In addition to its impact on cosmic rays, as the sun’s magnetic field weakens, holes open in the sun’s atmosphere. Emerging streams of solar wind buffet Earth’s magnetic field, sustaining auroras even without solar flares and sunspots. Some observers believe that solar minimum auroras have a distinctive palette, pinker than during other phases of the solar cycle.
Finally, during a solar minimum, noctilucent clouds tend to become more prevalent as this period favors the frosting of meteor smoke high above the Earth. Water molecules stick to specks of meteor smoke, gathering into icy clouds that glow electric blue when they are hit by high altitude sunlight. Extreme ultraviolet radiation (EUV) radiation can destroy those water molecules before they freeze. Less EUV during solar minimum could therefore give us more noctilucent clouds. As we enter perhaps the deepest solar minima of the past century, extreme ultraviolet radiation from the sun is at its lowest level in a decade–a deficit that can lead directly to more noctilucent clouds. Coincidentally, the 2019 season for noctilucent clouds began in late May just as the sun entered a period of sustained spotlessness – now up to 31 days in a row. (For more information on the connection between solar activity and noctilucent clouds click here).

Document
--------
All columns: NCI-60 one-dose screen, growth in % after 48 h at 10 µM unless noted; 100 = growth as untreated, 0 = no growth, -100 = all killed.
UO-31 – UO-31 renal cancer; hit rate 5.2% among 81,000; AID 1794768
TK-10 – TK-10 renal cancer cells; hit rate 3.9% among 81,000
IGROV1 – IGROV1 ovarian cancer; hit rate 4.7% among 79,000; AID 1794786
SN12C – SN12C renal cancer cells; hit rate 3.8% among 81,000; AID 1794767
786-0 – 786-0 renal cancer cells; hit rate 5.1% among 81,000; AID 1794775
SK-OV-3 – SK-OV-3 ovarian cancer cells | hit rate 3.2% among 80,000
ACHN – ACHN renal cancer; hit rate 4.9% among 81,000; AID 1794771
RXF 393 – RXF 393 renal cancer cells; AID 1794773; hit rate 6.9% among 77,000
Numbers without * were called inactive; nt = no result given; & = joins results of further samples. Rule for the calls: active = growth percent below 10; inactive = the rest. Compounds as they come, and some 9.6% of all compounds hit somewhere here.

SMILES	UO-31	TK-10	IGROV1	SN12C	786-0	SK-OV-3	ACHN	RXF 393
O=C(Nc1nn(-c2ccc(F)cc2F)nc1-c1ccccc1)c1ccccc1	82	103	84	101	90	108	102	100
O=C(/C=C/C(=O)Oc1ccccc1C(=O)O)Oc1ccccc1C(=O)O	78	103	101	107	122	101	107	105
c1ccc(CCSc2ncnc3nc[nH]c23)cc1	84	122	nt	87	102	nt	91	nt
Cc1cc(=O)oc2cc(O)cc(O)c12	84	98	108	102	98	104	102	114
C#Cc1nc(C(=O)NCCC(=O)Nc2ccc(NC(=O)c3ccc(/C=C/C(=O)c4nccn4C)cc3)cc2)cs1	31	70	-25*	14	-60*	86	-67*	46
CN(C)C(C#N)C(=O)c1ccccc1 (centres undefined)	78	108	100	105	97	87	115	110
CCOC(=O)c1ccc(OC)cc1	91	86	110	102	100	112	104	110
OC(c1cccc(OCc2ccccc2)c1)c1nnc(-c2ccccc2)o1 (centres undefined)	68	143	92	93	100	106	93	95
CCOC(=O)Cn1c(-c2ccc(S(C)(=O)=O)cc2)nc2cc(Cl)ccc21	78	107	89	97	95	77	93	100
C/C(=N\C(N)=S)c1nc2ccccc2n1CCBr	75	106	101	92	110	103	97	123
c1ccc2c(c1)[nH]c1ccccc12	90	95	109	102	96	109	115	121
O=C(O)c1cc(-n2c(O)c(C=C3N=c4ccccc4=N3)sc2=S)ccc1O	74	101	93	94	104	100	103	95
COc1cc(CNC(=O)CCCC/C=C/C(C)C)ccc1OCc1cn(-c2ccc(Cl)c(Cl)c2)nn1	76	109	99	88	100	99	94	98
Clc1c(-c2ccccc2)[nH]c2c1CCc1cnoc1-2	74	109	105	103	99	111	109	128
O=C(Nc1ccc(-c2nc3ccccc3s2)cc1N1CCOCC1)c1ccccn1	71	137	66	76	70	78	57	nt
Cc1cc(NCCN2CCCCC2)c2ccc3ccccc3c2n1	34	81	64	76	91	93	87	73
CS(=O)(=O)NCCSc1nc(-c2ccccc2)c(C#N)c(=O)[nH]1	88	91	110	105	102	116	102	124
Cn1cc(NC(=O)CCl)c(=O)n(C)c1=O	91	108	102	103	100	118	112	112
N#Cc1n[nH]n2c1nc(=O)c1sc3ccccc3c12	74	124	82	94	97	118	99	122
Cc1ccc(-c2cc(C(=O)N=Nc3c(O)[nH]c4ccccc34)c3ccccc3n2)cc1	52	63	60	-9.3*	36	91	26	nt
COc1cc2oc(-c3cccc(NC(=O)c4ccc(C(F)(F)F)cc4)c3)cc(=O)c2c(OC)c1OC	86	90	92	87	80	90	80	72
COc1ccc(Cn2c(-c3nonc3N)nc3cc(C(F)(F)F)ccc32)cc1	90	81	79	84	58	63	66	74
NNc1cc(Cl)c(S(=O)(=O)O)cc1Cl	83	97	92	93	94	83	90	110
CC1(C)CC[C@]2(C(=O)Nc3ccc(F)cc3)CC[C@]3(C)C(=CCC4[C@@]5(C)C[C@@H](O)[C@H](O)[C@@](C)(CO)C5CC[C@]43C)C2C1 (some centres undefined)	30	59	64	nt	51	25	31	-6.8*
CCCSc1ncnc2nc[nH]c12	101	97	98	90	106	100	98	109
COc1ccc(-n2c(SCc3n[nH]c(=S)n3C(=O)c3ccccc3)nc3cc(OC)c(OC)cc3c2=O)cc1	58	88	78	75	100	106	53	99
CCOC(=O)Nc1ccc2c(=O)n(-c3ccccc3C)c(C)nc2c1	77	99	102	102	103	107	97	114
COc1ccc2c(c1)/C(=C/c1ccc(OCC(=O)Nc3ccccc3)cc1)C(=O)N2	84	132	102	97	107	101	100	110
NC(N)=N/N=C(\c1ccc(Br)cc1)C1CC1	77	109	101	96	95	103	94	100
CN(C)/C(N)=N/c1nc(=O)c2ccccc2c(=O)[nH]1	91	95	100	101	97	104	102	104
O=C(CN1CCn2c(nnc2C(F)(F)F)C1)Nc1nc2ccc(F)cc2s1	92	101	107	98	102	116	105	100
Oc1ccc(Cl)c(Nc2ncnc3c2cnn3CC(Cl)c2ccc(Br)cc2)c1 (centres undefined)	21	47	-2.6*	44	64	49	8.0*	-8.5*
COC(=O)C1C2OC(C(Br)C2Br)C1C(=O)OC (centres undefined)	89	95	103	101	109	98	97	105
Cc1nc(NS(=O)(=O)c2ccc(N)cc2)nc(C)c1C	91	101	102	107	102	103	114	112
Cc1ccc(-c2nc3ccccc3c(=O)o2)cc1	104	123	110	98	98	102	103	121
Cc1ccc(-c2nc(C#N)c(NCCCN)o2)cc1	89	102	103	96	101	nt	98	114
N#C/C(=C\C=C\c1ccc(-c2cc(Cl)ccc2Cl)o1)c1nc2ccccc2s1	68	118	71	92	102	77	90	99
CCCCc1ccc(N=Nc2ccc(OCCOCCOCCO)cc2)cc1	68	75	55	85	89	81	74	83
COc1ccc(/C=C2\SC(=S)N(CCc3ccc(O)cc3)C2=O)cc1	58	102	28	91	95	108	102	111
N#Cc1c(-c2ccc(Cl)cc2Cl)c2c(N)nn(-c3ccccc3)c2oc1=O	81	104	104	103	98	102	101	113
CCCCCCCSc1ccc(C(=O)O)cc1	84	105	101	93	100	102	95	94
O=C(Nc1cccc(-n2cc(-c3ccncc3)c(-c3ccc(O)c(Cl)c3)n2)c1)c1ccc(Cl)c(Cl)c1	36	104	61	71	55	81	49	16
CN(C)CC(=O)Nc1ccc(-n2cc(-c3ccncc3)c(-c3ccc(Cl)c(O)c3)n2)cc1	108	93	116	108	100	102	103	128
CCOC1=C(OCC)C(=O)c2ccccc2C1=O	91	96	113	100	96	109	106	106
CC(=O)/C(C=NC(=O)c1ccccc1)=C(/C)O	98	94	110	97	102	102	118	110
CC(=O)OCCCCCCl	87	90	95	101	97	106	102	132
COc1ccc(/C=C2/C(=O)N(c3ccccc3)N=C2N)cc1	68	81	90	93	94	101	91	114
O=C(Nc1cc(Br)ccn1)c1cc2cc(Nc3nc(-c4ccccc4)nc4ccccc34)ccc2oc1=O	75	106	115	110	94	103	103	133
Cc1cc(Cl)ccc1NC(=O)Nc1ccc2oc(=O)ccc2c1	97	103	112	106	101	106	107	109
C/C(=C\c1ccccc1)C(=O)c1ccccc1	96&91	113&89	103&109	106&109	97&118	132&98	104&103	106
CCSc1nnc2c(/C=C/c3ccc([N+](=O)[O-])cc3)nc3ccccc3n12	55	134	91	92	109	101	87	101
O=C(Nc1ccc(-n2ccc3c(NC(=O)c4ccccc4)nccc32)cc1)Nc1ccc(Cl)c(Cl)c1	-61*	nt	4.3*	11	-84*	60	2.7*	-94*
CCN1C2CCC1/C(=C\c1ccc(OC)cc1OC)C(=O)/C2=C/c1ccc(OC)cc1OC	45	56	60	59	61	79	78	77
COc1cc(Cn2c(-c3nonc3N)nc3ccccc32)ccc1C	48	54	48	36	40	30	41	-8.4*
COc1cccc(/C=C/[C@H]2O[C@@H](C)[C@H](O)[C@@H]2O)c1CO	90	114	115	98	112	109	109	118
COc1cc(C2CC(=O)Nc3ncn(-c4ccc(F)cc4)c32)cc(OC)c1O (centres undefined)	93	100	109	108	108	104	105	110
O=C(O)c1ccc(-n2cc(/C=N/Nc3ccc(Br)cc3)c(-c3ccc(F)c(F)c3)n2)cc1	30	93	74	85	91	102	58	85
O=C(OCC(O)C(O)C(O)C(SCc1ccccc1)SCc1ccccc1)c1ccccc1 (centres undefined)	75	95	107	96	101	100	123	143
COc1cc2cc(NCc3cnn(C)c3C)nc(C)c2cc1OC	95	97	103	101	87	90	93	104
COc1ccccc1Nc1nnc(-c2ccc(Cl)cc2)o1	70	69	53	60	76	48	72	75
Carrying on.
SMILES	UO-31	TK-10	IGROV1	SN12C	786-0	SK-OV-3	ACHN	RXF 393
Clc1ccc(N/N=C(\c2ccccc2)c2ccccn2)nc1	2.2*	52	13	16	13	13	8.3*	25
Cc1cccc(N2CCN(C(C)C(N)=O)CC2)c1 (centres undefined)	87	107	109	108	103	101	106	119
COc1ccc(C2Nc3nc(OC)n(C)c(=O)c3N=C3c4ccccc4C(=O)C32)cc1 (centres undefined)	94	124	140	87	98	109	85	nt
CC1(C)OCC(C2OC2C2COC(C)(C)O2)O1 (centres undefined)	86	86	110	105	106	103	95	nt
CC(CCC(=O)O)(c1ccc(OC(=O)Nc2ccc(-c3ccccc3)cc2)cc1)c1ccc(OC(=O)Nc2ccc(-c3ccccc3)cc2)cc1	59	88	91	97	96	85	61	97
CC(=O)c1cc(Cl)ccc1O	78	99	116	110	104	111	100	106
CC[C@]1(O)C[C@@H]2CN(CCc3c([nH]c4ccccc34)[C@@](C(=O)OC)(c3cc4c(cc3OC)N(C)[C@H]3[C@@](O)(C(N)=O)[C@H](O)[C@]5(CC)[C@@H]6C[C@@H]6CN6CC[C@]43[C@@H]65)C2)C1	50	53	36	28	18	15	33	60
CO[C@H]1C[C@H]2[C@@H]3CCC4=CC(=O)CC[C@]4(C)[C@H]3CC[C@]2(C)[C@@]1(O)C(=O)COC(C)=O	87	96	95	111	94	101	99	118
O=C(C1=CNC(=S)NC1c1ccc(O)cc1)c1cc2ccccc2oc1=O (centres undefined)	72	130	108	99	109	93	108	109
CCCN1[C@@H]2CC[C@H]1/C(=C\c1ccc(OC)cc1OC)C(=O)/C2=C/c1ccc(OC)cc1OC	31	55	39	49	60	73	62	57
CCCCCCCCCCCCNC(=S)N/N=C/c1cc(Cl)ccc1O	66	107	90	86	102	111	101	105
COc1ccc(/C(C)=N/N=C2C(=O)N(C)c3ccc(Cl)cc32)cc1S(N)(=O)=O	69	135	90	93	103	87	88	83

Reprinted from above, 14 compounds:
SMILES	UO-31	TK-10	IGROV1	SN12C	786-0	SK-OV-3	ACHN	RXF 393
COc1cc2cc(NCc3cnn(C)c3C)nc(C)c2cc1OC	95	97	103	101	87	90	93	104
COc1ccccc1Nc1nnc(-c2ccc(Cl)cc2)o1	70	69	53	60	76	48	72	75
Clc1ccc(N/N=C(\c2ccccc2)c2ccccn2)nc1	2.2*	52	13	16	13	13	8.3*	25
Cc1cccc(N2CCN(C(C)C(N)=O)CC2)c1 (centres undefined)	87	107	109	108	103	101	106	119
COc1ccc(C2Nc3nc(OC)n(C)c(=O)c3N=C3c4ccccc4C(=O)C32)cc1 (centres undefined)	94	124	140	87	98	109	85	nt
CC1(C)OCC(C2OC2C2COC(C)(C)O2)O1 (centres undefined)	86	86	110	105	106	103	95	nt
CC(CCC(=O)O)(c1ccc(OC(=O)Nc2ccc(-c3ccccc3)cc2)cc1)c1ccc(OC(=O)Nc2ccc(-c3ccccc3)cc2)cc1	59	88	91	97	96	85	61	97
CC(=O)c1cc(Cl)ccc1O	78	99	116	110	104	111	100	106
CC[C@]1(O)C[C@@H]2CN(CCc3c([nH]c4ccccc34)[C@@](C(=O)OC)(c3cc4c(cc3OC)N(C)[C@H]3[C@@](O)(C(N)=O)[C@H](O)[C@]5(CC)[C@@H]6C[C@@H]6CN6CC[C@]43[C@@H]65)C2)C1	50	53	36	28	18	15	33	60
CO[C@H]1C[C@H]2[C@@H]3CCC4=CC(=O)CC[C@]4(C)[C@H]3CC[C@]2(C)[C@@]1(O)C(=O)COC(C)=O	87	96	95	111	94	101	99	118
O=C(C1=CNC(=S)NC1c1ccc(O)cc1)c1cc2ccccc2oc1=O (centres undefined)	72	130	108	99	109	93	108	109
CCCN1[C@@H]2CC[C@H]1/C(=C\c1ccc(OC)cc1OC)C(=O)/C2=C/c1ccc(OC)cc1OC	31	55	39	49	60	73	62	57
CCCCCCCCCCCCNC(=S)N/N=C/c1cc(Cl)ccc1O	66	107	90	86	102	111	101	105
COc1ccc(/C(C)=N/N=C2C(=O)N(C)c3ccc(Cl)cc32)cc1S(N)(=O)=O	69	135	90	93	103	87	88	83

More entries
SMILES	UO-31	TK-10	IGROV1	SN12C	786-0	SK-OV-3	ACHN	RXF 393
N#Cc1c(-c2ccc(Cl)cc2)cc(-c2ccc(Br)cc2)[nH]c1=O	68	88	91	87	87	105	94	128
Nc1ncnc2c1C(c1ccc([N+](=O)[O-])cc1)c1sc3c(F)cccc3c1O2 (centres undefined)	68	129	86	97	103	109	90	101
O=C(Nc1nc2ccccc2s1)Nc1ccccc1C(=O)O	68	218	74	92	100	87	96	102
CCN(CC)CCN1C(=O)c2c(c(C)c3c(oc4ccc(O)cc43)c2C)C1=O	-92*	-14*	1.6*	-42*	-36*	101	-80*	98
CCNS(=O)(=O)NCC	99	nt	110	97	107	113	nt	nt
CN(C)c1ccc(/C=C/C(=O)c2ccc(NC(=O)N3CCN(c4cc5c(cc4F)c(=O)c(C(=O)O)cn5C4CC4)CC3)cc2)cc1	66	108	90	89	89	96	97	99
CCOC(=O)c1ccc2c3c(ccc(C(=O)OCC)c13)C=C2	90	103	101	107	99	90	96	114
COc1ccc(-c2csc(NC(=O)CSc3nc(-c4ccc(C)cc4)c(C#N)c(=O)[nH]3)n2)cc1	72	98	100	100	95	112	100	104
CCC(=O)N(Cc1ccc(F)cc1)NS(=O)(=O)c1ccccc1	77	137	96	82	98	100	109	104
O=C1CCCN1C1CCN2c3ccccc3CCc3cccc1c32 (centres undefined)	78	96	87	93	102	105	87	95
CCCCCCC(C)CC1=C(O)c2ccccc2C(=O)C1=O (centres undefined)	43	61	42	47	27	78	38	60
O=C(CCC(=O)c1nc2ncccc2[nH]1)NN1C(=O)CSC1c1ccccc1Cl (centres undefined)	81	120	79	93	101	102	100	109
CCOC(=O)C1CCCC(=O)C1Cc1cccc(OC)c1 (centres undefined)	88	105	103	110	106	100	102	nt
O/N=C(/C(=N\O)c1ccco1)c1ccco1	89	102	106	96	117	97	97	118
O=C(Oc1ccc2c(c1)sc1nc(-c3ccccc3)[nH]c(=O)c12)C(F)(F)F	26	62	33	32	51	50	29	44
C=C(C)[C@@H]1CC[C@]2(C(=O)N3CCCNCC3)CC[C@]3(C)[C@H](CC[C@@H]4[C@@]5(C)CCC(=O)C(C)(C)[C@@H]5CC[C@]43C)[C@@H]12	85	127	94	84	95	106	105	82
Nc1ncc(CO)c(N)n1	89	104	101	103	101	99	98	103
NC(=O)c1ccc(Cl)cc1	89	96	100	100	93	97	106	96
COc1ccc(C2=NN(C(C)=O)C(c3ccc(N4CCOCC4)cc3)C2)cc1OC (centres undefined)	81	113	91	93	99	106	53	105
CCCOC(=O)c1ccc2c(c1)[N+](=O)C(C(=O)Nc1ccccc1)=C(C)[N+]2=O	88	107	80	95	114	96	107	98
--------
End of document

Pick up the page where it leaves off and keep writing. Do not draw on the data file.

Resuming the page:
Solar cycle 25
The very latest forecast for the next solar cycle (#25) says it will be weaker than the just ending SC24 and the weakest of the last 200 years. To be fair, solar cycle forecasting is quite difficult and earlier forecasts had the next solar cycle being in similar magnitude to SC24. However, research now underway has apparently found a more reliable method to predict space weather. The maximum of this next cycle – measured in terms of sunspot numbers, could be 30 to 50% lower than the most recent one – Cycle 24 according to the latest forecast. The results of this new forecasting technique show that the next solar cycle will start in 2020 and reach its maximum in 2025.